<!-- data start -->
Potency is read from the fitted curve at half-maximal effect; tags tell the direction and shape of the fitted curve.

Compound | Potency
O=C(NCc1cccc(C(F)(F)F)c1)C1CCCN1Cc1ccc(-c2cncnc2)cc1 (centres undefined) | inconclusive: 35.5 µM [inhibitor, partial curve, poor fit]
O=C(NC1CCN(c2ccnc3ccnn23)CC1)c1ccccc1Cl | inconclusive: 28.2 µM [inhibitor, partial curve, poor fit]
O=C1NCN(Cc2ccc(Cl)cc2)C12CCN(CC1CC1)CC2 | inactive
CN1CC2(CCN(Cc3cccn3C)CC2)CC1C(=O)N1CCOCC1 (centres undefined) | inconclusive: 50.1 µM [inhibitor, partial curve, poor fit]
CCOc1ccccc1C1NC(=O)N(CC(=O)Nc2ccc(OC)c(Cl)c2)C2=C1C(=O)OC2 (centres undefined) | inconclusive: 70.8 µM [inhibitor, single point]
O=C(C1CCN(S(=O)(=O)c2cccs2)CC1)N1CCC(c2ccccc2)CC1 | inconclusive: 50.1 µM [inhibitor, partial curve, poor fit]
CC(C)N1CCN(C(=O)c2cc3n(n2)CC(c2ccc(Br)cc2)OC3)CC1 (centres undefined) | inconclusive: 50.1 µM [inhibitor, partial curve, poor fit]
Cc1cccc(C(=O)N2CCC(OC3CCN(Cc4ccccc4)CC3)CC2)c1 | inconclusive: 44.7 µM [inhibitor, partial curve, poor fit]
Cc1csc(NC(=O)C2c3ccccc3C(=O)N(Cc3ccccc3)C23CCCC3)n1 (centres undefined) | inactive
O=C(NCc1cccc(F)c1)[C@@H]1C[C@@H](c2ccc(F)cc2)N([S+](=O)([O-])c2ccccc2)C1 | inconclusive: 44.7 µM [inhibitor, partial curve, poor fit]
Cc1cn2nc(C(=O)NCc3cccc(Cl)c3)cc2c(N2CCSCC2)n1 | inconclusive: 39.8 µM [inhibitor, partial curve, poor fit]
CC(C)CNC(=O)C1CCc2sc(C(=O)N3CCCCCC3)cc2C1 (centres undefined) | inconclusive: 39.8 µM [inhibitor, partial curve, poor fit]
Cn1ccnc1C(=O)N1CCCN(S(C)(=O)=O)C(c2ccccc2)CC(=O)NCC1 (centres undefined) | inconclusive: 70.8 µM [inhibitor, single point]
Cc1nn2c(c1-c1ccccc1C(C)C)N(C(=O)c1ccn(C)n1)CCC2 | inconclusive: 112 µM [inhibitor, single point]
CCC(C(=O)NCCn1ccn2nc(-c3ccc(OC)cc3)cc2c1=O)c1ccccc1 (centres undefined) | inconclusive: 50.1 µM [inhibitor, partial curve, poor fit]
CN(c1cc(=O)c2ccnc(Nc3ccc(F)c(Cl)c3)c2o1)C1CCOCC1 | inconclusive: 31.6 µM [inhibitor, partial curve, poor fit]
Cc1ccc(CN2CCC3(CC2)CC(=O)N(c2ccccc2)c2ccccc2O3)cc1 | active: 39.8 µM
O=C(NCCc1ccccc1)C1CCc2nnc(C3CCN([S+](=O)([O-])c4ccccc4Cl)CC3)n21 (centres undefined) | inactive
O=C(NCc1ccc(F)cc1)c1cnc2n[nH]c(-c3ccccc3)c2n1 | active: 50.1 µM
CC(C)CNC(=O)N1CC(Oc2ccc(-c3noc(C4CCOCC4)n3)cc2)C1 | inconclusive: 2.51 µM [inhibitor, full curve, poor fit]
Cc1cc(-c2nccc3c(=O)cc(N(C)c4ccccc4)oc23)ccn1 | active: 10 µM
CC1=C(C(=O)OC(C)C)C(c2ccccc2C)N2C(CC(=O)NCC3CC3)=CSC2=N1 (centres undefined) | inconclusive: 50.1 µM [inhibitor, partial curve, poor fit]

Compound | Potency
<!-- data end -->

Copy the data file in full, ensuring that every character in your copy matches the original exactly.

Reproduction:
Potency is read from the fitted curve at half-maximal effect; tags tell the direction and shape of the fitted curve.

Compound | Potency
O=C(NCc1cccc(C(F)(F)F)c1)C1CCCN1Cc1ccc(-c2cncnc2)cc1 (centres undefined) | inconclusive: 35.5 µM [inhibitor, partial curve, poor fit]
O=C(NC1CCN(c2ccnc3ccnn23)CC1)c1ccccc1Cl | inconclusive: 28.2 µM [inhibitor, partial curve, poor fit]
O=C1NCN(Cc2ccc(Cl)cc2)C12CCN(CC1CC1)CC2 | inactive
CN1CC2(CCN(Cc3cccn3C)CC2)CC1C(=O)N1CCOCC1 (centres undefined) | inconclusive: 50.1 µM [inhibitor, partial curve, poor fit]
CCOc1ccccc1C1NC(=O)N(CC(=O)Nc2ccc(OC)c(Cl)c2)C2=C1C(=O)OC2 (centres undefined) | inconclusive: 70.8 µM [inhibitor, single point]
O=C(C1CCN(S(=O)(=O)c2cccs2)CC1)N1CCC(c2ccccc2)CC1 | inconclusive: 50.1 µM [inhibitor, partial curve, poor fit]
CC(C)N1CCN(C(=O)c2cc3n(n2)CC(c2ccc(Br)cc2)OC3)CC1 (centres undefined) | inconclusive: 50.1 µM [inhibitor, partial curve, poor fit]
Cc1cccc(C(=O)N2CCC(OC3CCN(Cc4ccccc4)CC3)CC2)c1 | inconclusive: 44.7 µM [inhibitor, partial curve, poor fit]
Cc1csc(NC(=O)C2c3ccccc3C(=O)N(Cc3ccccc3)C23CCCC3)n1 (centres undefined) | inactive
O=C(NCc1cccc(F)c1)[C@@H]1C[C@@H](c2ccc(F)cc2)N([S+](=O)([O-])c2ccccc2)C1 | inconclusive: 44.7 µM [inhibitor, partial curve, poor fit]
Cc1cn2nc(C(=O)NCc3cccc(Cl)c3)cc2c(N2CCSCC2)n1 | inconclusive: 39.8 µM [inhibitor, partial curve, poor fit]
CC(C)CNC(=O)C1CCc2sc(C(=O)N3CCCCCC3)cc2C1 (centres undefined) | inconclusive: 39.8 µM [inhibitor, partial curve, poor fit]
Cn1ccnc1C(=O)N1CCCN(S(C)(=O)=O)C(c2ccccc2)CC(=O)NCC1 (centres undefined) | inconclusive: 70.8 µM [inhibitor, single point]
Cc1nn2c(c1-c1ccccc1C(C)C)N(C(=O)c1ccn(C)n1)CCC2 | inconclusive: 112 µM [inhibitor, single point]
CCC(C(=O)NCCn1ccn2nc(-c3ccc(OC)cc3)cc2c1=O)c1ccccc1 (centres undefined) | inconclusive: 50.1 µM [inhibitor, partial curve, poor fit]
CN(c1cc(=O)c2ccnc(Nc3ccc(F)c(Cl)c3)c2o1)C1CCOCC1 | inconclusive: 31.6 µM [inhibitor, partial curve, poor fit]
Cc1ccc(CN2CCC3(CC2)CC(=O)N(c2ccccc2)c2ccccc2O3)cc1 | active: 39.8 µM
O=C(NCCc1ccccc1)C1CCc2nnc(C3CCN([S+](=O)([O-])c4ccccc4Cl)CC3)n21 (centres undefined) | inactive
O=C(NCc1ccc(F)cc1)c1cnc2n[nH]c(-c3ccccc3)c2n1 | active: 50.1 µM
CC(C)CNC(=O)N1CC(Oc2ccc(-c3noc(C4CCOCC4)n3)cc2)C1 | inconclusive: 2.51 µM [inhibitor, full curve, poor fit]
Cc1cc(-c2nccc3c(=O)cc(N(C)c4ccccc4)oc23)ccn1 | active: 10 µM
CC1=C(C(=O)OC(C)C)C(c2ccccc2C)N2C(CC(=O)NCC3CC3)=CSC2=N1 (centres undefined) | inconclusive: 50.1 µM [inhibitor, partial curve, poor fit]

Compound | Potency